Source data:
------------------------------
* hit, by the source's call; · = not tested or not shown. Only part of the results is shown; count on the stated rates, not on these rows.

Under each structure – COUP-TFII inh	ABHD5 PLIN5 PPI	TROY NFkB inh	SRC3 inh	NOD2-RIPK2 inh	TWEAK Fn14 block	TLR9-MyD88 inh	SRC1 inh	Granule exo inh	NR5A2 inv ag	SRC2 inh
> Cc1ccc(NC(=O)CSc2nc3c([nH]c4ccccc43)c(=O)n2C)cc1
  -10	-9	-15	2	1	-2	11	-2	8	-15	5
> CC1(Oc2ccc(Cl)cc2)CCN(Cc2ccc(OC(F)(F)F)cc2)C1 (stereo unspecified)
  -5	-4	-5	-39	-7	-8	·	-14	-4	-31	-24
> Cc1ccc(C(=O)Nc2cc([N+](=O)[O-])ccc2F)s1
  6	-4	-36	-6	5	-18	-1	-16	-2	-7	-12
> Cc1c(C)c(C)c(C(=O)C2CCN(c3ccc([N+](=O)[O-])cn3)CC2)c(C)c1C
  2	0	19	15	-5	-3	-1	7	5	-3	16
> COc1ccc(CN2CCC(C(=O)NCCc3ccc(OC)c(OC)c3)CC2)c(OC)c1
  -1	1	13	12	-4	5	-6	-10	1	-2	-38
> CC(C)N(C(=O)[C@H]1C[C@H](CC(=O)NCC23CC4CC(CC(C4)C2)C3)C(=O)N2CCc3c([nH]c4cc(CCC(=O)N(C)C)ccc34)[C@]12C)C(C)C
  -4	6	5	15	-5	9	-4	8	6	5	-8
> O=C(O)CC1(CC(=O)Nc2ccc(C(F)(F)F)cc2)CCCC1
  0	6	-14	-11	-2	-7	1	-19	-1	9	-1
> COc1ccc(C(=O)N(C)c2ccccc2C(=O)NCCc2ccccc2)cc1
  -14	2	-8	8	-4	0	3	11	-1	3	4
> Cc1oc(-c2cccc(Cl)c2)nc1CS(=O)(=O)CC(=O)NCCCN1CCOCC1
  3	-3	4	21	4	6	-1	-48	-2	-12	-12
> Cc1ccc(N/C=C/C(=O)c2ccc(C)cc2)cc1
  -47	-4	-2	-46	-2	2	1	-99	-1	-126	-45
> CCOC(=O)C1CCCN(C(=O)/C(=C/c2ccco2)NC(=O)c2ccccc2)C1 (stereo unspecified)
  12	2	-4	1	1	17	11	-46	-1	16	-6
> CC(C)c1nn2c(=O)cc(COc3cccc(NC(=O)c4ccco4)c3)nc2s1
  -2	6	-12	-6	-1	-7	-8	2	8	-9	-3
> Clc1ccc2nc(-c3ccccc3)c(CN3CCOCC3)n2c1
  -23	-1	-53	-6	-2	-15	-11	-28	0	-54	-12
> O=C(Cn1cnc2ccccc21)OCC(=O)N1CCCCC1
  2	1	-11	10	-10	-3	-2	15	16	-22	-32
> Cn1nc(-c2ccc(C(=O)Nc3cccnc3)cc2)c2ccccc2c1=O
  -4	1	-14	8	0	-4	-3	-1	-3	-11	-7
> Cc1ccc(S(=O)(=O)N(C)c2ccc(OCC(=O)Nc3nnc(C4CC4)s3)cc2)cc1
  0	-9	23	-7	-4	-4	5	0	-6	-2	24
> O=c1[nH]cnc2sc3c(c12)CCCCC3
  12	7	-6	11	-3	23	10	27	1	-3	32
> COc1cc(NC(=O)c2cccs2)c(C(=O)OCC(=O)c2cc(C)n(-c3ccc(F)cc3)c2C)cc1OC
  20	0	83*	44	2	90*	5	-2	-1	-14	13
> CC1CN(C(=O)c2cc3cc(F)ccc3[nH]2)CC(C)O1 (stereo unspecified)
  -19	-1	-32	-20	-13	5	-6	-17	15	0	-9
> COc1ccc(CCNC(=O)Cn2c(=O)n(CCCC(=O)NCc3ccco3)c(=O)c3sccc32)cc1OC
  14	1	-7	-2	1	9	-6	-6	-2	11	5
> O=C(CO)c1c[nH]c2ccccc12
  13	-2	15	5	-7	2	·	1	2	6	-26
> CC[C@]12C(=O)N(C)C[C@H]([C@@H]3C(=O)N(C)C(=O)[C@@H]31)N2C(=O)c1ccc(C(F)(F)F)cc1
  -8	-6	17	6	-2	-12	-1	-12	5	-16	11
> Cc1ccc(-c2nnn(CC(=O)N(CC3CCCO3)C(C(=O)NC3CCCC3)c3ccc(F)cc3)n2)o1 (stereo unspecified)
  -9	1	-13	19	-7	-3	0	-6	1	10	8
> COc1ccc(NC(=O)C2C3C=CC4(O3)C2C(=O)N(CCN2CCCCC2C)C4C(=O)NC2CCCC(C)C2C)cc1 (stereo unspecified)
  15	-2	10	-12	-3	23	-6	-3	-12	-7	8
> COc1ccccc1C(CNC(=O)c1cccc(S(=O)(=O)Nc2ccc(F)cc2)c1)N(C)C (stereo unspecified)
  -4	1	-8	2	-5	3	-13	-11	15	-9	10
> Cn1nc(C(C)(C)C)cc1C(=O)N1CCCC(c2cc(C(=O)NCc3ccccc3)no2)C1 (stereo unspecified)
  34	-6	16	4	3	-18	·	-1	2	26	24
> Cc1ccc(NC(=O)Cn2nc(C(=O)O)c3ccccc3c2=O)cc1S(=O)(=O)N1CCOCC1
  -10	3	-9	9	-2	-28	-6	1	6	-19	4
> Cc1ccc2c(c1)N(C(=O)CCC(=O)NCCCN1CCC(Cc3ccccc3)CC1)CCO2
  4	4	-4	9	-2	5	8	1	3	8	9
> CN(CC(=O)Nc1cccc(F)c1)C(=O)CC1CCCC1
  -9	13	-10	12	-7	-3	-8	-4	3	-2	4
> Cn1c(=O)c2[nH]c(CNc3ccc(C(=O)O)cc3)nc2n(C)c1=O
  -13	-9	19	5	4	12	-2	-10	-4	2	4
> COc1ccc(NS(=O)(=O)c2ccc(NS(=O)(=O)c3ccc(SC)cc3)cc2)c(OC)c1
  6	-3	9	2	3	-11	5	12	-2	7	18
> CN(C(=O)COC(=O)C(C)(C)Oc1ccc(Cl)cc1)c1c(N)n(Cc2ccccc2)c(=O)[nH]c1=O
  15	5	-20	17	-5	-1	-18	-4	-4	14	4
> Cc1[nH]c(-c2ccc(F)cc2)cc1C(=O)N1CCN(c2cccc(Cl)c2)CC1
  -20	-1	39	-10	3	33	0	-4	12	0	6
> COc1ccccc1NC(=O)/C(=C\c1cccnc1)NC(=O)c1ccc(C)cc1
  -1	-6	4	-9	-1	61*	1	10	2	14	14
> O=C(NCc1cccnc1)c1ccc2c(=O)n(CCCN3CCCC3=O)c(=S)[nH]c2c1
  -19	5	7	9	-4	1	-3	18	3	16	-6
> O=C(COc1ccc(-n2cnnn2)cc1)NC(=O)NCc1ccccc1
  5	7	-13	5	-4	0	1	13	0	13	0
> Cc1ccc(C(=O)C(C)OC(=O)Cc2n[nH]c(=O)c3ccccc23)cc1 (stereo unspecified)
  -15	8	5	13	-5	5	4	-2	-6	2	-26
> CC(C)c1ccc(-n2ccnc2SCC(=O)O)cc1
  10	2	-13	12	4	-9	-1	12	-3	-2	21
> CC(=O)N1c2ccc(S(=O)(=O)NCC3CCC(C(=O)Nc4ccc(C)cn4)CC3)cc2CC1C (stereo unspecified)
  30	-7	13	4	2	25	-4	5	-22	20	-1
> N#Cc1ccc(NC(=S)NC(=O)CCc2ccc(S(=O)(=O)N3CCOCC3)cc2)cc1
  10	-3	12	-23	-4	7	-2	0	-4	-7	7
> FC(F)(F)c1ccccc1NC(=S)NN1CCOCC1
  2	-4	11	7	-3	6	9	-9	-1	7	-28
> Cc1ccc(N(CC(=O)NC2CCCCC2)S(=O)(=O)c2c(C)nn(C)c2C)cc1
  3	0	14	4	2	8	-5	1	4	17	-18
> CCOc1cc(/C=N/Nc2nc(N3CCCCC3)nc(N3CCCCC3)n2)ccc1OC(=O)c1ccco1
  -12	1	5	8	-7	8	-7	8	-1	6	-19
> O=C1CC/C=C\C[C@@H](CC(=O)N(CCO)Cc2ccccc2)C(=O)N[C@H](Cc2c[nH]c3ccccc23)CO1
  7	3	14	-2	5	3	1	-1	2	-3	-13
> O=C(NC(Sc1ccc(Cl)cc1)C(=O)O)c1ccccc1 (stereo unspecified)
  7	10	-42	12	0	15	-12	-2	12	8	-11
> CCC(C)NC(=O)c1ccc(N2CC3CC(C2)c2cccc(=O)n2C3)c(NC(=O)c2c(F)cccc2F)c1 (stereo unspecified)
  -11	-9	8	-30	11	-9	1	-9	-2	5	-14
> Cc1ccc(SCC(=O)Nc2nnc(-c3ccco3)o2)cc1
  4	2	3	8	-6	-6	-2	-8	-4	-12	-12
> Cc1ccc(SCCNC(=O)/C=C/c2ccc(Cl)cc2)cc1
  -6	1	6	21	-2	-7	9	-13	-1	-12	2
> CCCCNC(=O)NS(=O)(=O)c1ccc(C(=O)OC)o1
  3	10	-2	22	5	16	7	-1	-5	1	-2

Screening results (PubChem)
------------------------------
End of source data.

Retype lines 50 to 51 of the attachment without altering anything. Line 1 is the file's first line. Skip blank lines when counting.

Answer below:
  15	-2	10	-12	-3	23	-6	-3	-12	-7	8
> COc1ccccc1C(CNC(=O)c1cccc(S(=O)(=O)Nc2ccc(F)cc2)c1)N(C)C (stereo unspecified)